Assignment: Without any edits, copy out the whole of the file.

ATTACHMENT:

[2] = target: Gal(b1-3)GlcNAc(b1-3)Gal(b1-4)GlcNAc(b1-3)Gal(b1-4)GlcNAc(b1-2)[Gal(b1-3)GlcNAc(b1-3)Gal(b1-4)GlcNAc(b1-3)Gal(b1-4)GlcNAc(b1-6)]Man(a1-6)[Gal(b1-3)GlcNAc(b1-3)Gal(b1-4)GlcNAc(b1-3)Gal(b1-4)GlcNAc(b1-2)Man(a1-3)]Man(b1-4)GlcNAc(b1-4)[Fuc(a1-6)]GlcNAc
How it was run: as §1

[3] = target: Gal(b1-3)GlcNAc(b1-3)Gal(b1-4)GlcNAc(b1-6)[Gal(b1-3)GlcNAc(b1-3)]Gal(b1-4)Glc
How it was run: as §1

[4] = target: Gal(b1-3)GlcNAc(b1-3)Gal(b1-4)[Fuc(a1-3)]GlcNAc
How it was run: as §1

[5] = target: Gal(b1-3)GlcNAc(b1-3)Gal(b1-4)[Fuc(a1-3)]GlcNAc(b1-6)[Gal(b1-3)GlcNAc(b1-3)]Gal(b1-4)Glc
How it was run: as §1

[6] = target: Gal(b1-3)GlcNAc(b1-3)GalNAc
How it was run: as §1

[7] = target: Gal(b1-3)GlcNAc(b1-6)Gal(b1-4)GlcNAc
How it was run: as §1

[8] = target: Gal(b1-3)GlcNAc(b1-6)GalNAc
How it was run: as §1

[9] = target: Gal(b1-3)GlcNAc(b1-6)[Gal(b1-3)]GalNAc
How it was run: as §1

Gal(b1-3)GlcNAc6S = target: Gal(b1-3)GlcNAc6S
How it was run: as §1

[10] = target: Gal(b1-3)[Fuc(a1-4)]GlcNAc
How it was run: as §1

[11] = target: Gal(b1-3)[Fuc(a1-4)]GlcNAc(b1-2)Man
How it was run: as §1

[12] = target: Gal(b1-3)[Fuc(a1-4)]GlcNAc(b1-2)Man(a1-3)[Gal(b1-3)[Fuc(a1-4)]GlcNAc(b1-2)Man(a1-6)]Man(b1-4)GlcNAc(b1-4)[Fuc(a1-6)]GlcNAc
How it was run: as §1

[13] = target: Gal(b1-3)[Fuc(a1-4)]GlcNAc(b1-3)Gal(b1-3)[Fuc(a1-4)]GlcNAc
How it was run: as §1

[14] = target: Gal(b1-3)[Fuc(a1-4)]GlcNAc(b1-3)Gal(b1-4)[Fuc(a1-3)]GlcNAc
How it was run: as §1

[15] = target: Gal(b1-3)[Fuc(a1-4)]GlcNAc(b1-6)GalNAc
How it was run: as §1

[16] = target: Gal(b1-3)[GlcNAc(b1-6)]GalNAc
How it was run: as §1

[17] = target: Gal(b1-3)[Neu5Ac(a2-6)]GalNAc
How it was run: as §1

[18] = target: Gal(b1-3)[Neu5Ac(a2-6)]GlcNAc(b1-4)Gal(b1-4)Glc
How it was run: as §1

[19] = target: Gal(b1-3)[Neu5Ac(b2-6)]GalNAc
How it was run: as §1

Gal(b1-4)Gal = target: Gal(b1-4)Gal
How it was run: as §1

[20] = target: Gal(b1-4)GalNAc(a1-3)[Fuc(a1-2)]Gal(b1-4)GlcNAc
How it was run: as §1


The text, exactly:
[2] = target: Gal(b1-3)GlcNAc(b1-3)Gal(b1-4)GlcNAc(b1-3)Gal(b1-4)GlcNAc(b1-2)[Gal(b1-3)GlcNAc(b1-3)Gal(b1-4)GlcNAc(b1-3)Gal(b1-4)GlcNAc(b1-6)]Man(a1-6)[Gal(b1-3)GlcNAc(b1-3)Gal(b1-4)GlcNAc(b1-3)Gal(b1-4)GlcNAc(b1-2)Man(a1-3)]Man(b1-4)GlcNAc(b1-4)[Fuc(a1-6)]GlcNAc
How it was run: as §1

[3] = target: Gal(b1-3)GlcNAc(b1-3)Gal(b1-4)GlcNAc(b1-6)[Gal(b1-3)GlcNAc(b1-3)]Gal(b1-4)Glc
How it was run: as §1

[4] = target: Gal(b1-3)GlcNAc(b1-3)Gal(b1-4)[Fuc(a1-3)]GlcNAc
How it was run: as §1

[5] = target: Gal(b1-3)GlcNAc(b1-3)Gal(b1-4)[Fuc(a1-3)]GlcNAc(b1-6)[Gal(b1-3)GlcNAc(b1-3)]Gal(b1-4)Glc
How it was run: as §1

[6] = target: Gal(b1-3)GlcNAc(b1-3)GalNAc
How it was run: as §1

[7] = target: Gal(b1-3)GlcNAc(b1-6)Gal(b1-4)GlcNAc
How it was run: as §1

[8] = target: Gal(b1-3)GlcNAc(b1-6)GalNAc
How it was run: as §1

[9] = target: Gal(b1-3)GlcNAc(b1-6)[Gal(b1-3)]GalNAc
How it was run: as §1

Gal(b1-3)GlcNAc6S = target: Gal(b1-3)GlcNAc6S
How it was run: as §1

[10] = target: Gal(b1-3)[Fuc(a1-4)]GlcNAc
How it was run: as §1

[11] = target: Gal(b1-3)[Fuc(a1-4)]GlcNAc(b1-2)Man
How it was run: as §1

[12] = target: Gal(b1-3)[Fuc(a1-4)]GlcNAc(b1-2)Man(a1-3)[Gal(b1-3)[Fuc(a1-4)]GlcNAc(b1-2)Man(a1-6)]Man(b1-4)GlcNAc(b1-4)[Fuc(a1-6)]GlcNAc
How it was run: as §1

[13] = target: Gal(b1-3)[Fuc(a1-4)]GlcNAc(b1-3)Gal(b1-3)[Fuc(a1-4)]GlcNAc
How it was run: as §1

[14] = target: Gal(b1-3)[Fuc(a1-4)]GlcNAc(b1-3)Gal(b1-4)[Fuc(a1-3)]GlcNAc
How it was run: as §1

[15] = target: Gal(b1-3)[Fuc(a1-4)]GlcNAc(b1-6)GalNAc
How it was run: as §1

[16] = target: Gal(b1-3)[GlcNAc(b1-6)]GalNAc
How it was run: as §1

[17] = target: Gal(b1-3)[Neu5Ac(a2-6)]GalNAc
How it was run: as §1

[18] = target: Gal(b1-3)[Neu5Ac(a2-6)]GlcNAc(b1-4)Gal(b1-4)Glc
How it was run: as §1

[19] = target: Gal(b1-3)[Neu5Ac(b2-6)]GalNAc
How it was run: as §1

Gal(b1-4)Gal = target: Gal(b1-4)Gal
How it was run: as §1

[20] = target: Gal(b1-4)GalNAc(a1-3)[Fuc(a1-2)]Gal(b1-4)GlcNAc
How it was run: as §1